- Winter Storm Gail exploded northeast until Thursday.
- Heavy snow, thunderstorm winds and coastal flooding will accompany the storm.
- More than a foot of snow has accumulated in parts of Pennsylvania and New York.
Winter Storm Gail is hammering its northeast as a high-impact nor’easter, featuring snow, strong winds and coastal flooding.
This storm is not limited to the northeastern interior, but also occurs near portions of the Interstate 95 corridor from New England to New York.
(MORE: About naming winter storms)
More than 40 centimeters of snow has been reported in south-central New York, and Gail’s heavy snowfall in some cases continues to fall in much of New York and New England. Ten inches of snow was measured at Central Park by Thursday morning.
Winter storm signals
The National Meteorological Service has issued winter storm warnings and winter weather advice from parts of New England to the mid-Atlantic.
The storm will begin to last Thursday.
Snow and thunderstorms are delayed for at least a portion of Thursday in the North East, primarily in New England, but also in the Hudson Valley and central New York in the morning.
Weather conditions are expected to improve in most locations by the second half of Thursday, with the exception of coastal New England, where snow and strong winds can last until late afternoon.
Strong winds are expected, especially near the New York Underground, to Long Island and coastal New England.
Power outages and tree damage can occur, especially where strong winds and strong snow overlap. Blowing snow also significantly reduces visibility.
(MORE: 6 information on snow forecasting)
This storm is likely to cause coastal flooding in the mid-Atlantic and New England. The National Meteorological Service has issued warnings and advice on coastal flooding from North Carolina to Massachusetts.
Moderate coastal flooding is expected by Thursday morning tide along the Jersey coast and the Delaware coast.
How much more snow?
The heaviest amount of snow in the storm is likely to be in central and northeastern Pennsylvania, parts of the Hudson Valley, and southern and central New England. The amount of snowfall is likely to exceed 1 foot and in some areas it can reach 2 meters locally.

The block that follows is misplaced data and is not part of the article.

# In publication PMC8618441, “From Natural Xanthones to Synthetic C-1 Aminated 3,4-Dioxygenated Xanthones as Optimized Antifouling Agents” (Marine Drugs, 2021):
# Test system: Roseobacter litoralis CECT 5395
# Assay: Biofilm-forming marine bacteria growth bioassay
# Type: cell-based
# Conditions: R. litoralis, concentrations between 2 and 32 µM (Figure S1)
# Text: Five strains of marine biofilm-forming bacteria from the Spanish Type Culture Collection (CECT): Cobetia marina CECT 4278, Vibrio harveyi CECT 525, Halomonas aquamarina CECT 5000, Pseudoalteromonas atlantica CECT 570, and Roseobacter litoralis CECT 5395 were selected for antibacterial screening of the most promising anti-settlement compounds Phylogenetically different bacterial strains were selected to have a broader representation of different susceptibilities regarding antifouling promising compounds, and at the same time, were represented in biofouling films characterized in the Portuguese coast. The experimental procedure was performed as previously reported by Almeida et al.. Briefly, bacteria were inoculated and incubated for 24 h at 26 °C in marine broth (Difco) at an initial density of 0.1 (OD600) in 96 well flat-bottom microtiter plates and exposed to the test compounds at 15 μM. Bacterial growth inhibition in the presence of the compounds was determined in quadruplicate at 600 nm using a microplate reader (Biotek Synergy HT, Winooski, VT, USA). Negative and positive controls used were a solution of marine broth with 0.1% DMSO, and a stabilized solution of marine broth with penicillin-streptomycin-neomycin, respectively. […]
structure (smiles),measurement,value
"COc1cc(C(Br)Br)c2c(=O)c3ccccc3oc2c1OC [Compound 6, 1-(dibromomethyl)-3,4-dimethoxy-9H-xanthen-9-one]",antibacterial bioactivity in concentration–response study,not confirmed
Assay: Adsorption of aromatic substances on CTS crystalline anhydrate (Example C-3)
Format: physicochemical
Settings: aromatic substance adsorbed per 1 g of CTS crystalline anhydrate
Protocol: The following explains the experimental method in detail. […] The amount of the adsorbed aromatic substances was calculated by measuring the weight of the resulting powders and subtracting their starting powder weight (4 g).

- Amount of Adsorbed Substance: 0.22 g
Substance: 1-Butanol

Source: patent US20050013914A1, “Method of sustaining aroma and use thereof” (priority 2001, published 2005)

For further snowfall, moderate to heavy snowfall will continue in parts of New England until Thursday noon.
(ADDITIONAL MAPS: Winter Storm Gail Map Tracker)
Up to 40 inches of snow fell in parts of Pennsylvania and New York, and 45 inches of snow were reported at Vestal in New York.
Two all-time snow records have been broken. Binghamton, New York, reported 39.6 inches, breaking the previous 35.3-inch record from Winter Storm Stella in March 2017. Williamsport, Pennsylvania, was 24.7 inches, surpassing previous January 12-13, 1964. Between its record of 24.1 inches.
There was hourly snow every hour in Philadelphia, where 5-6 centimeters of snow was measured in the city by early Wednesday evening, by which time rain and tin rain began to mix. Philadelphia International Airport reported 6.3 inches on Thursday morning.
Two to three inches / hour of snowfall according to the National Meteorological Service, they were common in southeastern Pennsylvania and central New Jersey.
By Thursday morning, as much as 10 inches of snow had accumulated around the Pittsburgh subway.
At least two people were killed in a multi-vehicle pile in downtown Pennsylvania on Wednesday.
The snow moved to the New York tri-state in the middle of the afternoon and then increased in the evening, with a monthly snowfall of one inch / hour. Ten inches of snow meant Central Park on Thursday morning.
By early Wednesday afternoon, 2 inches of snow had gathered at Washington-Dulles International Airport, snow falling in large lumps or aggregates, according to a video posted on social media. The precipitation turned to rain within a few hours.
A quarter of an inch of ice was reported in Blacksburg, Roanoke and Lynchburg, Virginia on Wednesday. A number of accidents have been reported at Interstate 81 near Christiansburg, Virginia, Wednesday morning.
Early Wednesday morning, limbs and electrical wires were dropped due to ice in Saluda, North Carolina, southeast of Asheville.
Generally, less than 4 inches of snow fell in parts of the Midwest, from Illinois and Indiana to Ohio and southeastern Michigan.
Heavy snow hit the south of New England on Wednesday night, with several reports of more than 6 inches of snow since early Thursday. The strong wind also battered the coastal areas on Thursday morning.
So far, snowfall reports
Since Thursday morning, here are the highest snowfall reports in all states, along with remarkable ice reports:
Connecticut: 14 inches in Torrington
Delaware: 5.7 inches near Talleyville; 0.41 inches of ice at New Castle County Airport
Indiana: 4.5 inches in Marion
Kansas: 6 inches in Bird City
Maine: 8 inches (estimated) in Wells
Maryland: 12.1 inches near Sabillasville; 0.25 inches of ice near Fairplay
Massachusetts: 14.5 inches in Rowe
New Hampshire: 23 inches in Plainfield
New Jersey: 8.5 inches in Harrison
New York: 44 inches near Newark Valley; Near Binghamton, 41 inches; 40.5 inches at the Endicott
North Carolina: 0.40 inches of ice in North Wilkesboro
Ohio: 7.5 inches at Bridgeport
Oklahoma: 10 inches near Woodward
Pennsylvania: 40 inches at Litchfield; 0.23 inches of ice at Philadelphia International Airport
Rhode Island: 12 inches in Chepachet
Vermont: 30.5 inches near Ludlow
Virginia: 11.5 inches at Basye; 0.60 inches of ice near Pipers Gap
West Virginia: 9.5 inches at Keyser; 0.28 inches of ice near Stanaford
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